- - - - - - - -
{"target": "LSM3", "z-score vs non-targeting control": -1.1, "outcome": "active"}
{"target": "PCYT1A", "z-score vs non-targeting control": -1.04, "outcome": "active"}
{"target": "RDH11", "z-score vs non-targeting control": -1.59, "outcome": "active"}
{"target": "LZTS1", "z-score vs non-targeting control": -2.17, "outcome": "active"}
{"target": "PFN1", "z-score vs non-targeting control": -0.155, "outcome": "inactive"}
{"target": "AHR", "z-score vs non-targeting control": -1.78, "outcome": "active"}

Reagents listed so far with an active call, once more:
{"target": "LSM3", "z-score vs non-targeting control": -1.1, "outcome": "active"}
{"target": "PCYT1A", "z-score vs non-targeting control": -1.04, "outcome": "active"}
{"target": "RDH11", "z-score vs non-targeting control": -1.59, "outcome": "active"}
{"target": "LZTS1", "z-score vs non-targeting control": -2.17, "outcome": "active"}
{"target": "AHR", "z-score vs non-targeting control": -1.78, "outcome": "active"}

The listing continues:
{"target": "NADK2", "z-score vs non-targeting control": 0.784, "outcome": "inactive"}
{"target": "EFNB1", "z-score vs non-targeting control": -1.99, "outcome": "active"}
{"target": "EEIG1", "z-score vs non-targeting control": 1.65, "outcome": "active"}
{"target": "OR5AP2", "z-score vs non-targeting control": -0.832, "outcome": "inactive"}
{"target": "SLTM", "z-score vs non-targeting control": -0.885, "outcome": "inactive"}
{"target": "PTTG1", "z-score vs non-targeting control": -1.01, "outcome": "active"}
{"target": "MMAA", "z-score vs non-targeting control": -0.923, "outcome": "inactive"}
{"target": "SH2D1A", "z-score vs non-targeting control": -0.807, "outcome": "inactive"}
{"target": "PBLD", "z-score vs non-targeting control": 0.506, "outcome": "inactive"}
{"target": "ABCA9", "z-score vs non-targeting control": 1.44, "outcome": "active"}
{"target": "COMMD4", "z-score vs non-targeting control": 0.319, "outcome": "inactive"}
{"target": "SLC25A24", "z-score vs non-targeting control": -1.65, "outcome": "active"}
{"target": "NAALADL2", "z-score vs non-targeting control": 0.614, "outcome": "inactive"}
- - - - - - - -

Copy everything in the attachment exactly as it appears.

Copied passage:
{"target": "LSM3", "z-score vs non-targeting control": -1.1, "outcome": "active"}
{"target": "PCYT1A", "z-score vs non-targeting control": -1.04, "outcome": "active"}
{"target": "RDH11", "z-score vs non-targeting control": -1.59, "outcome": "active"}
{"target": "LZTS1", "z-score vs non-targeting control": -2.17, "outcome": "active"}
{"target": "PFN1", "z-score vs non-targeting control": -0.155, "outcome": "inactive"}
{"target": "AHR", "z-score vs non-targeting control": -1.78, "outcome": "active"}

Reagents listed so far with an active call, once more:
{"target": "LSM3", "z-score vs non-targeting control": -1.1, "outcome": "active"}
{"target": "PCYT1A", "z-score vs non-targeting control": -1.04, "outcome": "active"}
{"target": "RDH11", "z-score vs non-targeting control": -1.59, "outcome": "active"}
{"target": "LZTS1", "z-score vs non-targeting control": -2.17, "outcome": "active"}
{"target": "AHR", "z-score vs non-targeting control": -1.78, "outcome": "active"}

The listing continues:
{"target": "NADK2", "z-score vs non-targeting control": 0.784, "outcome": "inactive"}
{"target": "EFNB1", "z-score vs non-targeting control": -1.99, "outcome": "active"}
{"target": "EEIG1", "z-score vs non-targeting control": 1.65, "outcome": "active"}
{"target": "OR5AP2", "z-score vs non-targeting control": -0.832, "outcome": "inactive"}
{"target": "SLTM", "z-score vs non-targeting control": -0.885, "outcome": "inactive"}
{"target": "PTTG1", "z-score vs non-targeting control": -1.01, "outcome": "active"}
{"target": "MMAA", "z-score vs non-targeting control": -0.923, "outcome": "inactive"}
{"target": "SH2D1A", "z-score vs non-targeting control": -0.807, "outcome": "inactive"}
{"target": "PBLD", "z-score vs non-targeting control": 0.506, "outcome": "inactive"}
{"target": "ABCA9", "z-score vs non-targeting control": 1.44, "outcome": "active"}
{"target": "COMMD4", "z-score vs non-targeting control": 0.319, "outcome": "inactive"}
{"target": "SLC25A24", "z-score vs non-targeting control": -1.65, "outcome": "active"}
{"target": "NAALADL2", "z-score vs non-targeting control": 0.614, "outcome": "inactive"}